10 War Novels for Memorial Day

Not only are they commemorated by columns and inscriptions, but there dwells also an unwritten memorial of them, graven not on stone but in the hearts of men.
Pericles, Funeral Oration ( delivered in Athens 2500 years ago and a source of inspiration for Abraham Lincoln’s Gettysburg Address)

Memorial Day is almost over, and I’m finally getting to my Monday blog post — so this will be short.  (I guess I should have written it ahead of time!) I’ve just returned from my son Charlie’s college graduation. He’s now on a cross-country road trip, starting in Ithaca, New York and ending in San Francisco. His first stop was Gettysburg, where he saw as much of the battlefield and monuments as he could until the sun set. To coin Lincoln’s phrase, it seems “altogether fitting and proper” that Charlie visited Gettysburg on the day that has been set aside to honor those who died while serving in our armed forces.

Michael Shaara’s Pulitzer Prize winning novel about the Battle of Gettysburg, The Killer Angels, is a modern classic. I have to admit I’ve never read it, but my husband (a true Civil War buff) says it’s well worth reading. My list of favorite war novels includes books about the Civil War, and World Wars I and II as well:

coverCorelli’s Mandolin  (Louis deBernieres) There’s just a touch of magical realism in this lovely novel about a Greek island that’s occupied by the Italian army during World War II.

City of Thieves  (David Benioff) During the siege of Leningrad, two Russians must carry out an impossible task — or face execution.

Restless  (William Boyd) An English woman learns that her mother is a White Russian who was recruited by the British as a spy. From the New York Times: “Boyd has written a crackling spy thriller, but more than that, he has evoked the atmosphere of wartime espionage: the clubby, grubby moral accommodations, the paranoia . . .”

The Absolutist (John Boyne ) From Publishers Weekly: “In this relentlessly tragic yet beautifully crafted novel, Boyne documents the lives of two inseparable men navigating the trenches of WWI and the ramifications of a taboo involvement.”6d2d32a98c258c6c1a7b112eda9968b9

Birdsong (Sebastian Faulks) A young Englishman falls in love with a married French woman during a business trip to France in 1910; they meet again, during World War I. I read this for the first time about 15 years ago, and have never forgotten the vivid scenes of trench warfare, or the love story.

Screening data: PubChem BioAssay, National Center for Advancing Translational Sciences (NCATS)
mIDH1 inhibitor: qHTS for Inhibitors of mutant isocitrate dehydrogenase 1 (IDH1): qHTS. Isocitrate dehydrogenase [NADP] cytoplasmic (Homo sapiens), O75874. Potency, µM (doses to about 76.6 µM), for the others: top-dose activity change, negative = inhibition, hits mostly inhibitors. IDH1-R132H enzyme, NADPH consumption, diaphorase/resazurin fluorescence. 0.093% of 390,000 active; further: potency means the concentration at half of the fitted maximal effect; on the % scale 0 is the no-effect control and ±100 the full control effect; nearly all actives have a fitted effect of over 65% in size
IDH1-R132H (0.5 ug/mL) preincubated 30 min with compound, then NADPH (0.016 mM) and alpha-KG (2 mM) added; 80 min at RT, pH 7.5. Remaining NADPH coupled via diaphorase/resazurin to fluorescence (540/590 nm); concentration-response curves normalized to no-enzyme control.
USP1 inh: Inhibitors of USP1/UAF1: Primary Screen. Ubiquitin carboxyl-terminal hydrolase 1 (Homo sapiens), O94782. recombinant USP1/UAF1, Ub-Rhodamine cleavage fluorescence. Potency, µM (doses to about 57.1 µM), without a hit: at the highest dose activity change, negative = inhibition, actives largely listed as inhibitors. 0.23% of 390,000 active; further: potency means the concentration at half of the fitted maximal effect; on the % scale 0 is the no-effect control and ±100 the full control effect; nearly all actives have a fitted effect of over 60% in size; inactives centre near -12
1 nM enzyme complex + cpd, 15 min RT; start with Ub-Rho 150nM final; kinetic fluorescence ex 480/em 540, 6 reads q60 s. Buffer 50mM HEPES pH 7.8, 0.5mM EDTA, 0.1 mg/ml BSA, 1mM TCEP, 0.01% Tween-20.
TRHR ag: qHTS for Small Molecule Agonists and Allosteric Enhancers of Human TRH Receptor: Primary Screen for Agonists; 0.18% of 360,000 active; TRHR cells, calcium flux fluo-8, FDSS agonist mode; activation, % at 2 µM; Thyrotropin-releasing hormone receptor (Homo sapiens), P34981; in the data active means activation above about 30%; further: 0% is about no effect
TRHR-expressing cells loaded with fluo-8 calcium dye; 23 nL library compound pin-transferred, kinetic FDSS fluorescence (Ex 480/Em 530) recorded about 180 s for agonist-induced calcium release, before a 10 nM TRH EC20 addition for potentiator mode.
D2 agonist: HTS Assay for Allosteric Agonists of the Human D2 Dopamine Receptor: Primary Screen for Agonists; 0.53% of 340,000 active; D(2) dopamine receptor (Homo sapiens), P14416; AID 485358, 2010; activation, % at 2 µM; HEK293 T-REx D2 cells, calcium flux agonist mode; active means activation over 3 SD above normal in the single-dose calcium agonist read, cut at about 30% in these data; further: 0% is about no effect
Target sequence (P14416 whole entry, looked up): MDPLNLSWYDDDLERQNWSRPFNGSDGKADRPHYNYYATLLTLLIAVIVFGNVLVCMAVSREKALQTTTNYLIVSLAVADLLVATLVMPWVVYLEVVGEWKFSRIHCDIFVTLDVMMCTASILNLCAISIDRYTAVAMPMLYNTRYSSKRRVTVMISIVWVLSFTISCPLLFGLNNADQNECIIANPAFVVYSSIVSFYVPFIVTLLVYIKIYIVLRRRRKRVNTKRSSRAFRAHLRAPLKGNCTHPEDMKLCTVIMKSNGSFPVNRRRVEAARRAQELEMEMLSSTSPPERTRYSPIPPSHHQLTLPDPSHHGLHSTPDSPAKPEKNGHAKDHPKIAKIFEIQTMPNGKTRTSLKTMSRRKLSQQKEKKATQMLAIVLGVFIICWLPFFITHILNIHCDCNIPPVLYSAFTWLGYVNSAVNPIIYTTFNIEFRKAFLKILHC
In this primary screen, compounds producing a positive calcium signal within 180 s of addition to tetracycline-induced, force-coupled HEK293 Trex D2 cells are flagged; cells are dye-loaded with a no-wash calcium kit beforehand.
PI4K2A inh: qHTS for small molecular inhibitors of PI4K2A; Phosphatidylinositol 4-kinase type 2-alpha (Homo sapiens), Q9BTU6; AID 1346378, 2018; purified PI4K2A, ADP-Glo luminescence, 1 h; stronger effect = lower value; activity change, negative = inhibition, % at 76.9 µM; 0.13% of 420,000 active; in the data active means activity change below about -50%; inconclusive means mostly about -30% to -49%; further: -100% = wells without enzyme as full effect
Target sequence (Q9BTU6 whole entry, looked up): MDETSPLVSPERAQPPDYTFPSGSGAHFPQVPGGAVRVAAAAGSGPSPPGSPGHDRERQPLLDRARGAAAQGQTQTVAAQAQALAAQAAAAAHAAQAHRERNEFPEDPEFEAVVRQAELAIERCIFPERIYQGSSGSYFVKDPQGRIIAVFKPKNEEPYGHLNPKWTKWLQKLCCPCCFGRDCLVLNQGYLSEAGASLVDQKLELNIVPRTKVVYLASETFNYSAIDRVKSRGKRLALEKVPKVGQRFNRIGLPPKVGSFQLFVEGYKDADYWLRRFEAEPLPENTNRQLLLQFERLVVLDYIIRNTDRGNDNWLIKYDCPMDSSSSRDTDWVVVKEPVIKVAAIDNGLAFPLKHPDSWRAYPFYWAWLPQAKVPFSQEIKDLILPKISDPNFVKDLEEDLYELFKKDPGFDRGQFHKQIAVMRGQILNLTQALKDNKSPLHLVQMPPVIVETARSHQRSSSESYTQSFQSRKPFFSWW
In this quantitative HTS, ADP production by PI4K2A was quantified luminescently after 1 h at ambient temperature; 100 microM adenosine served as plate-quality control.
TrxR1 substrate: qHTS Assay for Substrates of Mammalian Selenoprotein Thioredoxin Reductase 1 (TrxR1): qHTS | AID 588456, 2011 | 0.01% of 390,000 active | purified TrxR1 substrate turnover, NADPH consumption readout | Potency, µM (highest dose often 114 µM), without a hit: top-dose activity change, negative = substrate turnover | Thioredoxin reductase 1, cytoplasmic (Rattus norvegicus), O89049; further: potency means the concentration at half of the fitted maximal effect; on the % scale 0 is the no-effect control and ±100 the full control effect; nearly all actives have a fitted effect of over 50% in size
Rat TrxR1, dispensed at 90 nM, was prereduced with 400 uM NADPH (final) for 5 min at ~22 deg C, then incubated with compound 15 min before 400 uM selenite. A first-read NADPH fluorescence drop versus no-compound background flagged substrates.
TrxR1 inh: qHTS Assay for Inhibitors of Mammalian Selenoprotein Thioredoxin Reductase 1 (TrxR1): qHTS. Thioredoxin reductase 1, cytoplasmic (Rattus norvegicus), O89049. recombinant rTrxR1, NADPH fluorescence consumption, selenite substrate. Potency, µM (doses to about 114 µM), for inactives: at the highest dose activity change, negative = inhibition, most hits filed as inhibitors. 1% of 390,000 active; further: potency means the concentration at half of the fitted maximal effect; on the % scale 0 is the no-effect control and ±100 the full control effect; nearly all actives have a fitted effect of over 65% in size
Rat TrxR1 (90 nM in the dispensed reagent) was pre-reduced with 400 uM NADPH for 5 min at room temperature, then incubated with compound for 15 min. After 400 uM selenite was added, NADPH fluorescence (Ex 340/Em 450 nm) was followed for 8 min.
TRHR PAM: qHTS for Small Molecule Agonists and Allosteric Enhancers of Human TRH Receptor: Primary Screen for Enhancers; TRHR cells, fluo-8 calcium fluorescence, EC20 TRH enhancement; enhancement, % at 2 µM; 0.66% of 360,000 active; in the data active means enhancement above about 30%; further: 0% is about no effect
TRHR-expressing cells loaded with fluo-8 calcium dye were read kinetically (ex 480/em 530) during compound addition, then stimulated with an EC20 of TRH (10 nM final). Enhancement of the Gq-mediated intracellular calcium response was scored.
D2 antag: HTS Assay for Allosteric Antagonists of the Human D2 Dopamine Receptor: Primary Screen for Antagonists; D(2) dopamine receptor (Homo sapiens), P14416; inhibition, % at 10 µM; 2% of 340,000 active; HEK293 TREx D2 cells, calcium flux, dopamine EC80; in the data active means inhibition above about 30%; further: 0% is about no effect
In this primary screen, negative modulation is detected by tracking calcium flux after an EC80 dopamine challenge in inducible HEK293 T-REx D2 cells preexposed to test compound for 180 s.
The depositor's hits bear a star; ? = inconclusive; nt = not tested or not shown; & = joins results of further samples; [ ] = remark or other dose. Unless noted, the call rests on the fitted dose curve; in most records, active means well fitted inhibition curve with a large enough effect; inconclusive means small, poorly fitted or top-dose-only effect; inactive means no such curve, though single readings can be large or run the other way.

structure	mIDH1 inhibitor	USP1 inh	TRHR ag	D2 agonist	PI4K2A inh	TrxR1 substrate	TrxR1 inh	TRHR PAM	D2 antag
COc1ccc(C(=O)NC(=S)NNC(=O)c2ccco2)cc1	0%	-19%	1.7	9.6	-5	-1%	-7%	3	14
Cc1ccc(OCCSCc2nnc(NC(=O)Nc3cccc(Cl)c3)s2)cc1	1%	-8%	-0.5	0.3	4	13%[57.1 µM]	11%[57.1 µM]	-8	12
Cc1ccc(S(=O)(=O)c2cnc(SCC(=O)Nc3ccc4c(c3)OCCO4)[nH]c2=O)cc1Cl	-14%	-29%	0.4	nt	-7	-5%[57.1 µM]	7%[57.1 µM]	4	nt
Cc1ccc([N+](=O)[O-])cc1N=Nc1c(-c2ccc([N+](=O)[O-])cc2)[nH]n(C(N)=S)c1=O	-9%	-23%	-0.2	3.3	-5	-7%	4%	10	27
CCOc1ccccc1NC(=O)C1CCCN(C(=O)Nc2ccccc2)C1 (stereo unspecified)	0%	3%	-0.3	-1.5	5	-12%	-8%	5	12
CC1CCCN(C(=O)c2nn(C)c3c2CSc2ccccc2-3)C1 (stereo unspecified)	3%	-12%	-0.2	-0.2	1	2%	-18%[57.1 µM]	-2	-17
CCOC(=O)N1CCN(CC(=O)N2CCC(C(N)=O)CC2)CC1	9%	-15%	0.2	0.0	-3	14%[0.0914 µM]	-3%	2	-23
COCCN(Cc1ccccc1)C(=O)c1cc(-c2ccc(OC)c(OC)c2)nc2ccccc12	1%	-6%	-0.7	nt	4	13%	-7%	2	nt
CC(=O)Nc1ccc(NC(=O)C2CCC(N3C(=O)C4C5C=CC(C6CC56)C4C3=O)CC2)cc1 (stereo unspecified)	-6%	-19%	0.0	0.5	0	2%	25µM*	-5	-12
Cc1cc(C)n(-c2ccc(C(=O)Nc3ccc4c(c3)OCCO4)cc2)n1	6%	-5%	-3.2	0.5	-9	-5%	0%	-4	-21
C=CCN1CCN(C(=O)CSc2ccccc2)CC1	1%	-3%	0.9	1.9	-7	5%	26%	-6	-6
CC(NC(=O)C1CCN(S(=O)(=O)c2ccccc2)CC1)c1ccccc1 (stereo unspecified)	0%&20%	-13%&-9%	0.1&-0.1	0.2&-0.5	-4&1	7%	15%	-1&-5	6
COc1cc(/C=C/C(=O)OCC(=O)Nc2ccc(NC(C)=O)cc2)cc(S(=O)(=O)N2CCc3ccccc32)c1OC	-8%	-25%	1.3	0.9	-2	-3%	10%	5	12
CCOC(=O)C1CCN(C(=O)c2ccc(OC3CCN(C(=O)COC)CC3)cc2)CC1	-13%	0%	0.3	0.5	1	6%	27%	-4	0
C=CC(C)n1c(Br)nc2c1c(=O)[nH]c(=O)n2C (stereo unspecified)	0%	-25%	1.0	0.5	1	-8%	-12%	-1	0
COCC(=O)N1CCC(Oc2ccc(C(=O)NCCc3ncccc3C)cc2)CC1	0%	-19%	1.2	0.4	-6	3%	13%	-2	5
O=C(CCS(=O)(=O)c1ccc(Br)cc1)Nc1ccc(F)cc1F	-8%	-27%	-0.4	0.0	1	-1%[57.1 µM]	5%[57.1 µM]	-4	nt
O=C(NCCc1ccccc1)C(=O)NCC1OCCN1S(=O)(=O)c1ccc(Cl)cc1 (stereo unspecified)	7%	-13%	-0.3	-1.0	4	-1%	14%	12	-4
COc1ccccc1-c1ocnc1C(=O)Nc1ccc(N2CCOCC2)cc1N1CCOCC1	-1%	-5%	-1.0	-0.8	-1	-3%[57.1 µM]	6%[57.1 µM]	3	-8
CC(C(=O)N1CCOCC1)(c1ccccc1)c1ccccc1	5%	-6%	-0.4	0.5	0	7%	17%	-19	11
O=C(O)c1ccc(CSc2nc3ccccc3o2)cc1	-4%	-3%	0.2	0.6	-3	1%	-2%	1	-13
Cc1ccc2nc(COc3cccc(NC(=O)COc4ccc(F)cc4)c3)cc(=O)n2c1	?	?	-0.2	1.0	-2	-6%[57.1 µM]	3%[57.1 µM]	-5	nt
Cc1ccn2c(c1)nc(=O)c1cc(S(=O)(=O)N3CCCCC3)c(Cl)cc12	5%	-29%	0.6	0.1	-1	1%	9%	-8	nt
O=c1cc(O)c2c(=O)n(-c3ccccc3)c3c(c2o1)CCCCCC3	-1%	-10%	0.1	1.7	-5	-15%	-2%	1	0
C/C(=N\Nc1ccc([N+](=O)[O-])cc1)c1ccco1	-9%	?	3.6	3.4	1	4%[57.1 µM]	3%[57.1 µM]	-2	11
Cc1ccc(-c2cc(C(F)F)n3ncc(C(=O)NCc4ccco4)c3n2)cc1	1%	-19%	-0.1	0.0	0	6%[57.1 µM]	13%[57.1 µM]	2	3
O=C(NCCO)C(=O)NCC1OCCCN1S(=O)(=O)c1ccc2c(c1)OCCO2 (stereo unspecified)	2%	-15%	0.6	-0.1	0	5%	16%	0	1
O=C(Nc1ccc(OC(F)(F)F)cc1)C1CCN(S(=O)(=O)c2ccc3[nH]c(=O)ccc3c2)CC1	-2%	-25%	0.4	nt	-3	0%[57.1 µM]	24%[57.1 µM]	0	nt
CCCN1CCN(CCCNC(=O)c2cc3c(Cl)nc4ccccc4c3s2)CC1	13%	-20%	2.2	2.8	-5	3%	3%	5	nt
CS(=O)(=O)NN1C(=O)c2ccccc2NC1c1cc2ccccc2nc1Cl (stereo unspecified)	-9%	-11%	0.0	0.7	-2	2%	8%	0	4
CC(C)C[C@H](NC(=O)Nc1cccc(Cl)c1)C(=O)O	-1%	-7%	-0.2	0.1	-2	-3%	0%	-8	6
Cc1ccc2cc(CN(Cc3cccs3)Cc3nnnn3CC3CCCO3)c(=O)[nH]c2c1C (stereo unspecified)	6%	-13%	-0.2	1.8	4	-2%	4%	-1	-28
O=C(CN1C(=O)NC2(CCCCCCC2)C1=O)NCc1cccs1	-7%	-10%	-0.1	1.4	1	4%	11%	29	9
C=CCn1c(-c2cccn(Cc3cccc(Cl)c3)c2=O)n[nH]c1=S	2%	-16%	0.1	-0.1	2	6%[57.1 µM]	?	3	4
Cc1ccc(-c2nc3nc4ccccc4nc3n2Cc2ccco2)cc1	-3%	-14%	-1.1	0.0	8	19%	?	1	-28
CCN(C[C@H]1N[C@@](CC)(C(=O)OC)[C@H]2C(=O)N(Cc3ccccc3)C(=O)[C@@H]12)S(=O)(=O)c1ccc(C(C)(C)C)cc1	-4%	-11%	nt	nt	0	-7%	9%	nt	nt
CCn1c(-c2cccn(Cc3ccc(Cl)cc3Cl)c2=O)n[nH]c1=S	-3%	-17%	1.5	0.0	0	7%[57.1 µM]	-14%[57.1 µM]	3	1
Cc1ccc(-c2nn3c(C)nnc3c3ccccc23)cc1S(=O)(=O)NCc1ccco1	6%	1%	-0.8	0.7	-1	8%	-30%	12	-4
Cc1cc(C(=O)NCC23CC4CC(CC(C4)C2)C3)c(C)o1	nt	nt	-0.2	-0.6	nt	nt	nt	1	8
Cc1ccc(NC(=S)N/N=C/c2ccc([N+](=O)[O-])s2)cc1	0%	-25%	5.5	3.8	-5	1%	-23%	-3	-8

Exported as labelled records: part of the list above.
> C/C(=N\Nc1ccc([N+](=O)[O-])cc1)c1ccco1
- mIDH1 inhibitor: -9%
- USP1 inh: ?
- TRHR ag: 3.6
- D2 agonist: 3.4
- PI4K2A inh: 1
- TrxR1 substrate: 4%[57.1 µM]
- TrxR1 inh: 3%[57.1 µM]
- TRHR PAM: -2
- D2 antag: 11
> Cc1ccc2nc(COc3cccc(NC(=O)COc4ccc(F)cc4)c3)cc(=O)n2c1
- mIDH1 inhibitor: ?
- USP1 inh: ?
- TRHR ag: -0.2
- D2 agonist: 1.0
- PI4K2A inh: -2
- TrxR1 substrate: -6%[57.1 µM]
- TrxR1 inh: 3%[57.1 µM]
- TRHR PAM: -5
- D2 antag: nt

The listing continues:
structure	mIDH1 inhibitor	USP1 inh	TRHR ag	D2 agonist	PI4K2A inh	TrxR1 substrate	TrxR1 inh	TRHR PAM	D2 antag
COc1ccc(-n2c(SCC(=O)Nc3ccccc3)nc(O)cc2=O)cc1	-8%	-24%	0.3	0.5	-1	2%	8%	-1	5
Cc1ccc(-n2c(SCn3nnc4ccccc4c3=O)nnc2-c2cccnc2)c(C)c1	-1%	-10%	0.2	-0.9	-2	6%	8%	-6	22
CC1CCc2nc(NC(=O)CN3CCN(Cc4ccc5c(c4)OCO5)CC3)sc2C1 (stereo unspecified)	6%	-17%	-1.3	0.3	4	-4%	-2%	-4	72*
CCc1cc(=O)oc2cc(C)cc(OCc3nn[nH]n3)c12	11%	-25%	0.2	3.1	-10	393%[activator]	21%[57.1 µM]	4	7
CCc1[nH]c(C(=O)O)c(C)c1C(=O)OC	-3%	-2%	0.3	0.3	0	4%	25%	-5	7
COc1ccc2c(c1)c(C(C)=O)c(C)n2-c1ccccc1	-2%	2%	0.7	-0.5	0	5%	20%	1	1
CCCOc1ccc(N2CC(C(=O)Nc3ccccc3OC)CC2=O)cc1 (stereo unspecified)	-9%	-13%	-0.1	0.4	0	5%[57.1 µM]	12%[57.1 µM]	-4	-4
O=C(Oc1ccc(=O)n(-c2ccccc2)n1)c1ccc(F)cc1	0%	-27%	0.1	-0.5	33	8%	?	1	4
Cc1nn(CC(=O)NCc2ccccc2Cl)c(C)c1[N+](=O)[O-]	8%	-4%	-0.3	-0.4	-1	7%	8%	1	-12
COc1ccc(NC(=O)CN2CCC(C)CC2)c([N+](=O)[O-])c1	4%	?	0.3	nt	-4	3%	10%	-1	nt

The Widow of the South (Robert Hicks) Based on the true story of Carrie McGavock, who tended the graves of the 1,500 soldiers buried on her family’s land. We visited the actual site in Franklin, Tennessee last fall.

A Very Long Engagement (Sebastian Japrisot) A French woman who doesn’t believe her fiancé was killed in the First World War embarks on an investigation and discovers the corrupt system the French government used to deal with soldiers who tried to avoid combat.

Gone With the Wind  (Margaret Mitchell) I don’t know how many times I read this book as a teenager, but my old paperback copy is falling apart. I can even remember the first sentence, without looking: “Scarlett O’Hara was not beautiful, but men seldom realized it when caught by her charm as the Tarleton twins were.”

cover-1The Invisible Bridge  (Julie Orringer) The best World War II novel I’ve read in the past few years.  From the Chicago Tribune: “Set largely in Hungary, with Paris, the city of light, serving as a kind of Byzantium for several characters who spend hopeful, youthful years there in the opening chapters of the novel, The Invisible Bridge is a tale of war-torn lovers, family and survival of the luckiest rather than the fittest.”

The Caine Mutiny (Herman Wouk) An old favorite, The Caine Mutiny takes place on a Navy warship in the Pacific. I’ve loved all of Herman Wouk’s books — The Winds of War, War and Remembrance, and two wonderful (and unappreciated) coming-of-age stories — Marjorie Morningstar and City Boy. (No, they’re not war novels, but since I’m touting Herman Wouk I have to mention them!)

I’ve read very little fiction about the more recent wars. On my list are Matterhorn by Karl Marantes  (Vietnam), The Yellow Birds by Kevin Powers (Iraq), and Redeployment (Iraq and Afghanistan). I read Sparta by Roxana Robinson, about Conrad, a young veteran returning from Iraq who has difficulty readjusting to civilian life. Conrad is a classics major at Williams College from an upper-middle class (and decidedly unmilitary family) from suburban New York City. When he comes home suffering from PTSD, his family is too bewildered to offer any meaningful help. The book was insightful in many ways, but I couldn’t fathom the idea that a family like Conrad’s would abandon him to the bureaucracy of the VA.